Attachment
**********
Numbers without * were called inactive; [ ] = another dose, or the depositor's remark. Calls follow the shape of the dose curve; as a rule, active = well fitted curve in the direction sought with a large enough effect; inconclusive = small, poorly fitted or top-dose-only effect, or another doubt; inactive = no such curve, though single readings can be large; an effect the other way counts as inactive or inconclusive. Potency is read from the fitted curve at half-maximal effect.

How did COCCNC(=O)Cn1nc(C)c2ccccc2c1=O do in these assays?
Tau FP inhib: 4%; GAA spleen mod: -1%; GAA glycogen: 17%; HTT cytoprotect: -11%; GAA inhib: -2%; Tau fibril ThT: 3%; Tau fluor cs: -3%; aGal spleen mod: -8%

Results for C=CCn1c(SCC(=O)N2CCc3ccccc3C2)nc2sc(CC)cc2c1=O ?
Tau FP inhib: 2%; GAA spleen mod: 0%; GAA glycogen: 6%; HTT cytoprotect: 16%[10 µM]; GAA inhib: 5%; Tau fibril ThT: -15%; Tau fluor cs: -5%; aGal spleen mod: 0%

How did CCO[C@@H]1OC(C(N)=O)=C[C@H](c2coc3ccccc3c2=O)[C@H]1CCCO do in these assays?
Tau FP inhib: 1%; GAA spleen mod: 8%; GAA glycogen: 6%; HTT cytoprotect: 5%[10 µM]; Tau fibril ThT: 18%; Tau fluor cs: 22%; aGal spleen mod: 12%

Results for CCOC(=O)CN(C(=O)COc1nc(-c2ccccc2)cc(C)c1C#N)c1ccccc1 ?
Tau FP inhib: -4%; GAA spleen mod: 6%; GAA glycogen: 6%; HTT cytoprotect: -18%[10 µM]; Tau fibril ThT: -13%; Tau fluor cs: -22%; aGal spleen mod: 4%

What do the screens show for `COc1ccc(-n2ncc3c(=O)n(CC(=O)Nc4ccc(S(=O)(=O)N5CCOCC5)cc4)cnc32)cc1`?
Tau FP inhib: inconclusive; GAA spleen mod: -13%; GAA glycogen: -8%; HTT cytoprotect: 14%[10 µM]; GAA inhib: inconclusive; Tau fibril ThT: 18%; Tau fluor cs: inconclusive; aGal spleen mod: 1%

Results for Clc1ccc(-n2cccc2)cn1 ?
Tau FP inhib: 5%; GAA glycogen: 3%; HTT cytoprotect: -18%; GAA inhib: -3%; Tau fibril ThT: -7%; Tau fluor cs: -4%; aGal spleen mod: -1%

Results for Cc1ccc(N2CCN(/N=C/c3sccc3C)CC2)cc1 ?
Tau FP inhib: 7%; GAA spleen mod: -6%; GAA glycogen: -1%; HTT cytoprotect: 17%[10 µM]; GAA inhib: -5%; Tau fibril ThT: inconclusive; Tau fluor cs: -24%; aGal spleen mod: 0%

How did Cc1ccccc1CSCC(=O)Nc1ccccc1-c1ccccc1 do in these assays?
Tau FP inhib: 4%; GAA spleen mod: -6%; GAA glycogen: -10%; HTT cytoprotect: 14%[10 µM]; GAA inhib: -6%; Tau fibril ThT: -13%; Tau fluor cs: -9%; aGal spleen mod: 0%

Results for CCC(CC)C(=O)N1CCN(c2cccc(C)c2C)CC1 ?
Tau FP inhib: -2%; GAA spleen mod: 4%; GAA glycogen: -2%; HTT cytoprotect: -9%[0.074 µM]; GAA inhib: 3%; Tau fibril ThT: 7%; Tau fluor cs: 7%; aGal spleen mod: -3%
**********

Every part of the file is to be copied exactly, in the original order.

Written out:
Numbers without * were called inactive; [ ] = another dose, or the depositor's remark. Calls follow the shape of the dose curve; as a rule, active = well fitted curve in the direction sought with a large enough effect; inconclusive = small, poorly fitted or top-dose-only effect, or another doubt; inactive = no such curve, though single readings can be large; an effect the other way counts as inactive or inconclusive. Potency is read from the fitted curve at half-maximal effect.

How did COCCNC(=O)Cn1nc(C)c2ccccc2c1=O do in these assays?
Tau FP inhib: 4%; GAA spleen mod: -1%; GAA glycogen: 17%; HTT cytoprotect: -11%; GAA inhib: -2%; Tau fibril ThT: 3%; Tau fluor cs: -3%; aGal spleen mod: -8%

Results for C=CCn1c(SCC(=O)N2CCc3ccccc3C2)nc2sc(CC)cc2c1=O ?
Tau FP inhib: 2%; GAA spleen mod: 0%; GAA glycogen: 6%; HTT cytoprotect: 16%[10 µM]; GAA inhib: 5%; Tau fibril ThT: -15%; Tau fluor cs: -5%; aGal spleen mod: 0%

How did CCO[C@@H]1OC(C(N)=O)=C[C@H](c2coc3ccccc3c2=O)[C@H]1CCCO do in these assays?
Tau FP inhib: 1%; GAA spleen mod: 8%; GAA glycogen: 6%; HTT cytoprotect: 5%[10 µM]; Tau fibril ThT: 18%; Tau fluor cs: 22%; aGal spleen mod: 12%

Results for CCOC(=O)CN(C(=O)COc1nc(-c2ccccc2)cc(C)c1C#N)c1ccccc1 ?
Tau FP inhib: -4%; GAA spleen mod: 6%; GAA glycogen: 6%; HTT cytoprotect: -18%[10 µM]; Tau fibril ThT: -13%; Tau fluor cs: -22%; aGal spleen mod: 4%

What do the screens show for `COc1ccc(-n2ncc3c(=O)n(CC(=O)Nc4ccc(S(=O)(=O)N5CCOCC5)cc4)cnc32)cc1`?
Tau FP inhib: inconclusive; GAA spleen mod: -13%; GAA glycogen: -8%; HTT cytoprotect: 14%[10 µM]; GAA inhib: inconclusive; Tau fibril ThT: 18%; Tau fluor cs: inconclusive; aGal spleen mod: 1%

Results for Clc1ccc(-n2cccc2)cn1 ?
Tau FP inhib: 5%; GAA glycogen: 3%; HTT cytoprotect: -18%; GAA inhib: -3%; Tau fibril ThT: -7%; Tau fluor cs: -4%; aGal spleen mod: -1%

Results for Cc1ccc(N2CCN(/N=C/c3sccc3C)CC2)cc1 ?
Tau FP inhib: 7%; GAA spleen mod: -6%; GAA glycogen: -1%; HTT cytoprotect: 17%[10 µM]; GAA inhib: -5%; Tau fibril ThT: inconclusive; Tau fluor cs: -24%; aGal spleen mod: 0%

How did Cc1ccccc1CSCC(=O)Nc1ccccc1-c1ccccc1 do in these assays?
Tau FP inhib: 4%; GAA spleen mod: -6%; GAA glycogen: -10%; HTT cytoprotect: 14%[10 µM]; GAA inhib: -6%; Tau fibril ThT: -13%; Tau fluor cs: -9%; aGal spleen mod: 0%

Results for CCC(CC)C(=O)N1CCN(c2cccc(C)c2C)CC1 ?
Tau FP inhib: -2%; GAA spleen mod: 4%; GAA glycogen: -2%; HTT cytoprotect: -9%[0.074 µM]; GAA inhib: 3%; Tau fibril ThT: 7%; Tau fluor cs: 7%; aGal spleen mod: -3%